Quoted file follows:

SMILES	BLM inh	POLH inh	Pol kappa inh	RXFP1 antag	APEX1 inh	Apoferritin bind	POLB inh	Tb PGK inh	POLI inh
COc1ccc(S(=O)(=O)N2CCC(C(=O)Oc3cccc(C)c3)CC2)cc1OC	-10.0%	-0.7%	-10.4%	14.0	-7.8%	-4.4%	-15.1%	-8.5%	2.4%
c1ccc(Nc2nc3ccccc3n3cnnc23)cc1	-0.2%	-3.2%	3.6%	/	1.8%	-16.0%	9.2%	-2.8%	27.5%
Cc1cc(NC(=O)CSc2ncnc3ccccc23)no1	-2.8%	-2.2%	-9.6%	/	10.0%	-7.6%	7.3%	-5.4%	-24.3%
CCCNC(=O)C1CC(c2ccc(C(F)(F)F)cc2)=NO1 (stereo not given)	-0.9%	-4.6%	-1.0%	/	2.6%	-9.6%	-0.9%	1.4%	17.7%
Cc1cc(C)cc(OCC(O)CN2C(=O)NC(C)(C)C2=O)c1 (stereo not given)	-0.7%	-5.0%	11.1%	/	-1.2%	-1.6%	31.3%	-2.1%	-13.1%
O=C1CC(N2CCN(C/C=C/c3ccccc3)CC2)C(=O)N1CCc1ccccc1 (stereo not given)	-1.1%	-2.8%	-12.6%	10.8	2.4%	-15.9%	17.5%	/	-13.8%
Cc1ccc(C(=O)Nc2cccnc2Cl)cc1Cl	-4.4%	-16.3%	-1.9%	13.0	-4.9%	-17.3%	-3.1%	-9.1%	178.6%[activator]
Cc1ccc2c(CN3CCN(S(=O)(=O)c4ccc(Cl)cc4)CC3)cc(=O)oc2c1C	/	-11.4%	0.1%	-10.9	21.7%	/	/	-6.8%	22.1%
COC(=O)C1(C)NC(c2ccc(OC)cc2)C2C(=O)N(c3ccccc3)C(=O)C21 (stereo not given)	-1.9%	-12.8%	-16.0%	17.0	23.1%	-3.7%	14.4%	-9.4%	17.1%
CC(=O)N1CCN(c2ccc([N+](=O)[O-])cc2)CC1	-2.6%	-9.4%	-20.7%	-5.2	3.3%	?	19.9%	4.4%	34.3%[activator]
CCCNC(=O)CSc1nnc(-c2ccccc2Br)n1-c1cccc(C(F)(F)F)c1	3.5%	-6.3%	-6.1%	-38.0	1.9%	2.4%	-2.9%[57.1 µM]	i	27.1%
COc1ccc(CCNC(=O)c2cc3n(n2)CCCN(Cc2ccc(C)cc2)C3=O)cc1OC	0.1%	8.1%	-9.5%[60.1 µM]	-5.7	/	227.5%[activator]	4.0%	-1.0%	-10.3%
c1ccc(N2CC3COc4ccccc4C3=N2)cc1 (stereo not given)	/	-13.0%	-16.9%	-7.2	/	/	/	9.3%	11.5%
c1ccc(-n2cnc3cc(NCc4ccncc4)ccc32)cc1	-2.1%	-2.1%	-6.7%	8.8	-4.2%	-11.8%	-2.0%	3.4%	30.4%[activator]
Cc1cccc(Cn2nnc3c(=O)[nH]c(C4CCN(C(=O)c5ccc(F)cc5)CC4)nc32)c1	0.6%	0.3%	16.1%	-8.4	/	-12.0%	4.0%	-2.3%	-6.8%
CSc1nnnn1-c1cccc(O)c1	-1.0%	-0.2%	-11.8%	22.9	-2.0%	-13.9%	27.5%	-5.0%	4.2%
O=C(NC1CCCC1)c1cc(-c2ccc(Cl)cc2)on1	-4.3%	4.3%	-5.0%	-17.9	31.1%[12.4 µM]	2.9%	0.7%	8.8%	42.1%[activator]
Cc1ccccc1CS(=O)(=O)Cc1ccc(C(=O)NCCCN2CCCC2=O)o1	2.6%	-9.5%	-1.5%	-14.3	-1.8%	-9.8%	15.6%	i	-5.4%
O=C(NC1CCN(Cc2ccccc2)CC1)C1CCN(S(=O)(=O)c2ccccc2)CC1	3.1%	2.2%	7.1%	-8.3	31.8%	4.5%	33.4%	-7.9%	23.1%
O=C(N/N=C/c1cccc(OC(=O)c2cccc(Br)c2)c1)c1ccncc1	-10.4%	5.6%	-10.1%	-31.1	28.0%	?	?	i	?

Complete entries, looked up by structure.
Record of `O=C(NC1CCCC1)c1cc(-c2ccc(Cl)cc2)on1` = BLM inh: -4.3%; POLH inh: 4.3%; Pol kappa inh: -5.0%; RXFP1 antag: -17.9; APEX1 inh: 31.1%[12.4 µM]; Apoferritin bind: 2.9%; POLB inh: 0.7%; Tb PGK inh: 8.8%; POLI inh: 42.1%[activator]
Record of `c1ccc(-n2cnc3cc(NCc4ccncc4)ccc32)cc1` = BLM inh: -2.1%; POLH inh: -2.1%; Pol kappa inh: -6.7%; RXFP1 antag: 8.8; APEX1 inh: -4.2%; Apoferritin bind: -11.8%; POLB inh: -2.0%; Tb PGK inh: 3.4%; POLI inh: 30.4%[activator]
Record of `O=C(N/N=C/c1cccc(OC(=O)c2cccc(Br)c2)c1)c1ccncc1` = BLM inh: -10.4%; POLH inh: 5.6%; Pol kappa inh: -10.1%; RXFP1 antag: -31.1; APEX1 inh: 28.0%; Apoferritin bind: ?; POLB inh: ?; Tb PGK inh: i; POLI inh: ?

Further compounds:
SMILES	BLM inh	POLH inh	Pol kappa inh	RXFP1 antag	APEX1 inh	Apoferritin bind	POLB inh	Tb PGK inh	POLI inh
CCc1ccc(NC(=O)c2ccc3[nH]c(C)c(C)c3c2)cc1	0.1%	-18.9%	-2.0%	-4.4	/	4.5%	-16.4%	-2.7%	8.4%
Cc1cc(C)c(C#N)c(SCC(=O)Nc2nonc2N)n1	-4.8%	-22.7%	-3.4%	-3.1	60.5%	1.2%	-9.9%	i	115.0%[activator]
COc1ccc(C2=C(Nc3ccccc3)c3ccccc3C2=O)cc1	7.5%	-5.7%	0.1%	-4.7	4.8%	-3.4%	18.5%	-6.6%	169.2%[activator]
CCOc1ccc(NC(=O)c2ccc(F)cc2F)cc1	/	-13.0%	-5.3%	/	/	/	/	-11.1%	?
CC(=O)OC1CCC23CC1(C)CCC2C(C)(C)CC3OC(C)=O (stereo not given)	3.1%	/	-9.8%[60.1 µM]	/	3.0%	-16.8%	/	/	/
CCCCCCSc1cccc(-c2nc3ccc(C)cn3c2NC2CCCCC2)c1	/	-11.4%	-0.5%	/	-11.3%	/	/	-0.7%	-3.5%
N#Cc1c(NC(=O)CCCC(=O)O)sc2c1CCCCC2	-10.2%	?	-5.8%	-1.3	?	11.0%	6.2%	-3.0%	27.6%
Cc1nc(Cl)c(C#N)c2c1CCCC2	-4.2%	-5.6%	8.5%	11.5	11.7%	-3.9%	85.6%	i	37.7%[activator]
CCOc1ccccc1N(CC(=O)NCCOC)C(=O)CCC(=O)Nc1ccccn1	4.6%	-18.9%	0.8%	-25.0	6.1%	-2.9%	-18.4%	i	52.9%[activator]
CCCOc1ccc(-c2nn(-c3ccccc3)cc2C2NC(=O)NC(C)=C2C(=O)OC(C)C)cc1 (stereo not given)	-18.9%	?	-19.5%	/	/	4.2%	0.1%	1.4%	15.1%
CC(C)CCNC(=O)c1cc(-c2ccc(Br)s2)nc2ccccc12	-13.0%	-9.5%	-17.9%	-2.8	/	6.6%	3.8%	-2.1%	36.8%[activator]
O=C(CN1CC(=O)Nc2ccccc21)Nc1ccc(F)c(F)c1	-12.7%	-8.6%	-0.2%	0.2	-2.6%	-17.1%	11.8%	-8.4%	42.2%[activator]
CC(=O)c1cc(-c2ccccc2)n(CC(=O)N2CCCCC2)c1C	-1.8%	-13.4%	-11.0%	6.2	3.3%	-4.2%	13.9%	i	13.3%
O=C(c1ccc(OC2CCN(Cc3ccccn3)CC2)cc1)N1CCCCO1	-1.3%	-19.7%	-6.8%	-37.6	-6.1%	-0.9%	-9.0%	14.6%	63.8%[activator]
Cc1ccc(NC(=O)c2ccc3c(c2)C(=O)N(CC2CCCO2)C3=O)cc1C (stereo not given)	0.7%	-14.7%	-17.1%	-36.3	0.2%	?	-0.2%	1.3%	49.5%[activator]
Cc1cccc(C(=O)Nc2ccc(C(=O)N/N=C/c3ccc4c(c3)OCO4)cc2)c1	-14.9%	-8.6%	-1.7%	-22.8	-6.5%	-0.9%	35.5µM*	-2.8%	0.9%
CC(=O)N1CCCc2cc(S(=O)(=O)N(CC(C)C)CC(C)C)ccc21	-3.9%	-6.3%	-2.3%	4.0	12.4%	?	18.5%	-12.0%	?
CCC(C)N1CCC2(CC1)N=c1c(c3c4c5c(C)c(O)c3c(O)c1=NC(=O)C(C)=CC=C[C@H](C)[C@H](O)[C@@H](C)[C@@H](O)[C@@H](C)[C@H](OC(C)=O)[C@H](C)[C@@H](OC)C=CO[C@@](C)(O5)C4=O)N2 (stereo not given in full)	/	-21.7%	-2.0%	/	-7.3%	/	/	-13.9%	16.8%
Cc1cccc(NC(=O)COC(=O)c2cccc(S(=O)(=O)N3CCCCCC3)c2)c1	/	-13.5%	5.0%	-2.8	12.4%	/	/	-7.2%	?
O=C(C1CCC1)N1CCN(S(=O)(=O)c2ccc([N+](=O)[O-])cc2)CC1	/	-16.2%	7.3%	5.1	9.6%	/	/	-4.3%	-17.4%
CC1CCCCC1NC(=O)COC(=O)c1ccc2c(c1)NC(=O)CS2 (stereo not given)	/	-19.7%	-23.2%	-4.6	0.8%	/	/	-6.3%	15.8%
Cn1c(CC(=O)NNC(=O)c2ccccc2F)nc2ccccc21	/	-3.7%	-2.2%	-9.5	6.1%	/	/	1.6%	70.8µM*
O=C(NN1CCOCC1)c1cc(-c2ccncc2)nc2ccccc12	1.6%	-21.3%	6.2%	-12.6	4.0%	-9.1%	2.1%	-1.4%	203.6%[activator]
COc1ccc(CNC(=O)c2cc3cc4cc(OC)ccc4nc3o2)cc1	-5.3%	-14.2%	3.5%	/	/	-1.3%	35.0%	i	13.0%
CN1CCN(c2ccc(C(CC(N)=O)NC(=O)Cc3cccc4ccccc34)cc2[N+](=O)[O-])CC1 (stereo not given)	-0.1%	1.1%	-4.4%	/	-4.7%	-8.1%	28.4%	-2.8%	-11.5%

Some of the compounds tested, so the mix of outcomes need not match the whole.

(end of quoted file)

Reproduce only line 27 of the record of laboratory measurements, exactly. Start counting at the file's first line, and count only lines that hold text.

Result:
SMILES	BLM inh	POLH inh	Pol kappa inh	RXFP1 antag	APEX1 inh	Apoferritin bind	POLB inh	Tb PGK inh	POLI inh